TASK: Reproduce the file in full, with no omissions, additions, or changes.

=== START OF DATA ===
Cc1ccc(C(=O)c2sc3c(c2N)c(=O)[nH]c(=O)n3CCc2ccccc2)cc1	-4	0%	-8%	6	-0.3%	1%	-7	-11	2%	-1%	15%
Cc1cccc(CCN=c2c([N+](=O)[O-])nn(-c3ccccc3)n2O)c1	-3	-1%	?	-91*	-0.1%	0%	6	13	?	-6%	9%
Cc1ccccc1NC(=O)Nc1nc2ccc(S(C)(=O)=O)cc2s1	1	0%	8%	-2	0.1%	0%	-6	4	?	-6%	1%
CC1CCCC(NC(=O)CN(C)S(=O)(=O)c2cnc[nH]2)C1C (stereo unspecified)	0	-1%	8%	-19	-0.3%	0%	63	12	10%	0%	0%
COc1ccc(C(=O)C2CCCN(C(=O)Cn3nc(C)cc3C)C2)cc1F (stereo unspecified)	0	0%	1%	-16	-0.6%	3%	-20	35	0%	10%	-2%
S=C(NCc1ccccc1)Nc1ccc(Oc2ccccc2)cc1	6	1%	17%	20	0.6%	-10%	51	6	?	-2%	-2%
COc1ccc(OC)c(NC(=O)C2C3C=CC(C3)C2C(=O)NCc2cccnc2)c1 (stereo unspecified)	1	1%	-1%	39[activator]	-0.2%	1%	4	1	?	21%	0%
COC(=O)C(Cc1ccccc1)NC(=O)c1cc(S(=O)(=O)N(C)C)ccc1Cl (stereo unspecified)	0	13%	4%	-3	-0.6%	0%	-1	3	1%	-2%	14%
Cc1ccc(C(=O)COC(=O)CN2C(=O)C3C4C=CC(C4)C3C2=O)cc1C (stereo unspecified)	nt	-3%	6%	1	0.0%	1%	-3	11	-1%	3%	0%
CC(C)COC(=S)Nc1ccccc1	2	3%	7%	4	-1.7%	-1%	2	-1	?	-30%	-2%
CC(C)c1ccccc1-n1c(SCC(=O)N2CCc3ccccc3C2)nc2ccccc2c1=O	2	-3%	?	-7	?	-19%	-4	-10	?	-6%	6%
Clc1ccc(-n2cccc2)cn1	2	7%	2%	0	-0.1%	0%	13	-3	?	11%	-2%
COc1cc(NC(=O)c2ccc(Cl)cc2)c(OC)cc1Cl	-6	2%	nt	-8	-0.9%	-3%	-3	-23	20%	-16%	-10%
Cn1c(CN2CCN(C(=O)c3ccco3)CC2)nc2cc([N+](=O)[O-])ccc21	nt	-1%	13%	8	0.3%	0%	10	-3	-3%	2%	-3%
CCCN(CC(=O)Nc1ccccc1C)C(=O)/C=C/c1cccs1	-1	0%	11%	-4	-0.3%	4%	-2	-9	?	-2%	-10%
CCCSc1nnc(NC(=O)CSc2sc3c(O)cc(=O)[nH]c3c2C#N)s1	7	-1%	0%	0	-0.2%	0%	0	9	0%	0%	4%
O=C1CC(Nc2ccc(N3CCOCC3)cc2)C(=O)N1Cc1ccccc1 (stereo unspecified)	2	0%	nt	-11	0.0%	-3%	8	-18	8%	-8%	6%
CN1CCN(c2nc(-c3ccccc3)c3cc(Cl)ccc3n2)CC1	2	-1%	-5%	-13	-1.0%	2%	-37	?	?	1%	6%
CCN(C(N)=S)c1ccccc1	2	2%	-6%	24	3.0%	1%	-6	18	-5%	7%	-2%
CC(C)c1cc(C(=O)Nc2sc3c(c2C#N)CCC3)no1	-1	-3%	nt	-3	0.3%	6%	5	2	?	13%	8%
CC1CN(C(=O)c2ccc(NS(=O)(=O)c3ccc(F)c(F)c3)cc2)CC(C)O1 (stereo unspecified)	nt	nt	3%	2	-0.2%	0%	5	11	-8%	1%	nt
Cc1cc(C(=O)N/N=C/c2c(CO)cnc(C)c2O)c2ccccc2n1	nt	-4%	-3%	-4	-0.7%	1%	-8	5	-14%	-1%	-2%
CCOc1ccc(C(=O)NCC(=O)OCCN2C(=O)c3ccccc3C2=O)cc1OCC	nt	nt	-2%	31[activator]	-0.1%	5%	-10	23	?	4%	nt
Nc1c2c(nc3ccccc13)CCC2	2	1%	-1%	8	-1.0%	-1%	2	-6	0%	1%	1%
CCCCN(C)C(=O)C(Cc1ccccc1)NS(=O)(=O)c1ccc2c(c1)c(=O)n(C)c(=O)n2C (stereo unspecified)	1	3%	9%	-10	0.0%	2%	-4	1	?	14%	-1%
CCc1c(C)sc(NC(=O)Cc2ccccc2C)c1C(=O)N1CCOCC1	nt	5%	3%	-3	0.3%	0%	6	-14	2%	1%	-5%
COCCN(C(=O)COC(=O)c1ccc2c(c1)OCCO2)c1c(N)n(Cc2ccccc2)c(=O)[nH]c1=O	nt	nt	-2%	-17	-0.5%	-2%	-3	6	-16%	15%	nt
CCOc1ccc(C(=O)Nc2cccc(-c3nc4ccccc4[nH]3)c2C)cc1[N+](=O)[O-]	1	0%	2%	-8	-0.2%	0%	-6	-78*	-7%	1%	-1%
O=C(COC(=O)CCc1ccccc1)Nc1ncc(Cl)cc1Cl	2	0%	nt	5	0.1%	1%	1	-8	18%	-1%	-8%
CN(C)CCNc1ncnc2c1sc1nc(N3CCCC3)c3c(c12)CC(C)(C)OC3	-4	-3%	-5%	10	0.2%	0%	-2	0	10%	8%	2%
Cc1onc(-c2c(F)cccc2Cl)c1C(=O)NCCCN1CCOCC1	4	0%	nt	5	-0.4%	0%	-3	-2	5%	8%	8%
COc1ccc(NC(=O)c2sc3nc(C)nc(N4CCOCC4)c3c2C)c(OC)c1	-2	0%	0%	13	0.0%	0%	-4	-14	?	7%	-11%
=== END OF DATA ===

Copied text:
Cc1ccc(C(=O)c2sc3c(c2N)c(=O)[nH]c(=O)n3CCc2ccccc2)cc1	-4	0%	-8%	6	-0.3%	1%	-7	-11	2%	-1%	15%
Cc1cccc(CCN=c2c([N+](=O)[O-])nn(-c3ccccc3)n2O)c1	-3	-1%	?	-91*	-0.1%	0%	6	13	?	-6%	9%
Cc1ccccc1NC(=O)Nc1nc2ccc(S(C)(=O)=O)cc2s1	1	0%	8%	-2	0.1%	0%	-6	4	?	-6%	1%
CC1CCCC(NC(=O)CN(C)S(=O)(=O)c2cnc[nH]2)C1C (stereo unspecified)	0	-1%	8%	-19	-0.3%	0%	63	12	10%	0%	0%
COc1ccc(C(=O)C2CCCN(C(=O)Cn3nc(C)cc3C)C2)cc1F (stereo unspecified)	0	0%	1%	-16	-0.6%	3%	-20	35	0%	10%	-2%
S=C(NCc1ccccc1)Nc1ccc(Oc2ccccc2)cc1	6	1%	17%	20	0.6%	-10%	51	6	?	-2%	-2%
COc1ccc(OC)c(NC(=O)C2C3C=CC(C3)C2C(=O)NCc2cccnc2)c1 (stereo unspecified)	1	1%	-1%	39[activator]	-0.2%	1%	4	1	?	21%	0%
COC(=O)C(Cc1ccccc1)NC(=O)c1cc(S(=O)(=O)N(C)C)ccc1Cl (stereo unspecified)	0	13%	4%	-3	-0.6%	0%	-1	3	1%	-2%	14%
Cc1ccc(C(=O)COC(=O)CN2C(=O)C3C4C=CC(C4)C3C2=O)cc1C (stereo unspecified)	nt	-3%	6%	1	0.0%	1%	-3	11	-1%	3%	0%
CC(C)COC(=S)Nc1ccccc1	2	3%	7%	4	-1.7%	-1%	2	-1	?	-30%	-2%
CC(C)c1ccccc1-n1c(SCC(=O)N2CCc3ccccc3C2)nc2ccccc2c1=O	2	-3%	?	-7	?	-19%	-4	-10	?	-6%	6%
Clc1ccc(-n2cccc2)cn1	2	7%	2%	0	-0.1%	0%	13	-3	?	11%	-2%
COc1cc(NC(=O)c2ccc(Cl)cc2)c(OC)cc1Cl	-6	2%	nt	-8	-0.9%	-3%	-3	-23	20%	-16%	-10%
Cn1c(CN2CCN(C(=O)c3ccco3)CC2)nc2cc([N+](=O)[O-])ccc21	nt	-1%	13%	8	0.3%	0%	10	-3	-3%	2%	-3%
CCCN(CC(=O)Nc1ccccc1C)C(=O)/C=C/c1cccs1	-1	0%	11%	-4	-0.3%	4%	-2	-9	?	-2%	-10%
CCCSc1nnc(NC(=O)CSc2sc3c(O)cc(=O)[nH]c3c2C#N)s1	7	-1%	0%	0	-0.2%	0%	0	9	0%	0%	4%
O=C1CC(Nc2ccc(N3CCOCC3)cc2)C(=O)N1Cc1ccccc1 (stereo unspecified)	2	0%	nt	-11	0.0%	-3%	8	-18	8%	-8%	6%
CN1CCN(c2nc(-c3ccccc3)c3cc(Cl)ccc3n2)CC1	2	-1%	-5%	-13	-1.0%	2%	-37	?	?	1%	6%
CCN(C(N)=S)c1ccccc1	2	2%	-6%	24	3.0%	1%	-6	18	-5%	7%	-2%
CC(C)c1cc(C(=O)Nc2sc3c(c2C#N)CCC3)no1	-1	-3%	nt	-3	0.3%	6%	5	2	?	13%	8%
CC1CN(C(=O)c2ccc(NS(=O)(=O)c3ccc(F)c(F)c3)cc2)CC(C)O1 (stereo unspecified)	nt	nt	3%	2	-0.2%	0%	5	11	-8%	1%	nt
Cc1cc(C(=O)N/N=C/c2c(CO)cnc(C)c2O)c2ccccc2n1	nt	-4%	-3%	-4	-0.7%	1%	-8	5	-14%	-1%	-2%
CCOc1ccc(C(=O)NCC(=O)OCCN2C(=O)c3ccccc3C2=O)cc1OCC	nt	nt	-2%	31[activator]	-0.1%	5%	-10	23	?	4%	nt
Nc1c2c(nc3ccccc13)CCC2	2	1%	-1%	8	-1.0%	-1%	2	-6	0%	1%	1%
CCCCN(C)C(=O)C(Cc1ccccc1)NS(=O)(=O)c1ccc2c(c1)c(=O)n(C)c(=O)n2C (stereo unspecified)	1	3%	9%	-10	0.0%	2%	-4	1	?	14%	-1%
CCc1c(C)sc(NC(=O)Cc2ccccc2C)c1C(=O)N1CCOCC1	nt	5%	3%	-3	0.3%	0%	6	-14	2%	1%	-5%
COCCN(C(=O)COC(=O)c1ccc2c(c1)OCCO2)c1c(N)n(Cc2ccccc2)c(=O)[nH]c1=O	nt	nt	-2%	-17	-0.5%	-2%	-3	6	-16%	15%	nt
CCOc1ccc(C(=O)Nc2cccc(-c3nc4ccccc4[nH]3)c2C)cc1[N+](=O)[O-]	1	0%	2%	-8	-0.2%	0%	-6	-78*	-7%	1%	-1%
O=C(COC(=O)CCc1ccccc1)Nc1ncc(Cl)cc1Cl	2	0%	nt	5	0.1%	1%	1	-8	18%	-1%	-8%
CN(C)CCNc1ncnc2c1sc1nc(N3CCCC3)c3c(c12)CC(C)(C)OC3	-4	-3%	-5%	10	0.2%	0%	-2	0	10%	8%	2%
Cc1onc(-c2c(F)cccc2Cl)c1C(=O)NCCCN1CCOCC1	4	0%	nt	5	-0.4%	0%	-3	-2	5%	8%	8%
COc1ccc(NC(=O)c2sc3nc(C)nc(N4CCOCC4)c3c2C)c(OC)c1	-2	0%	0%	13	0.0%	0%	-4	-14	?	7%	-11%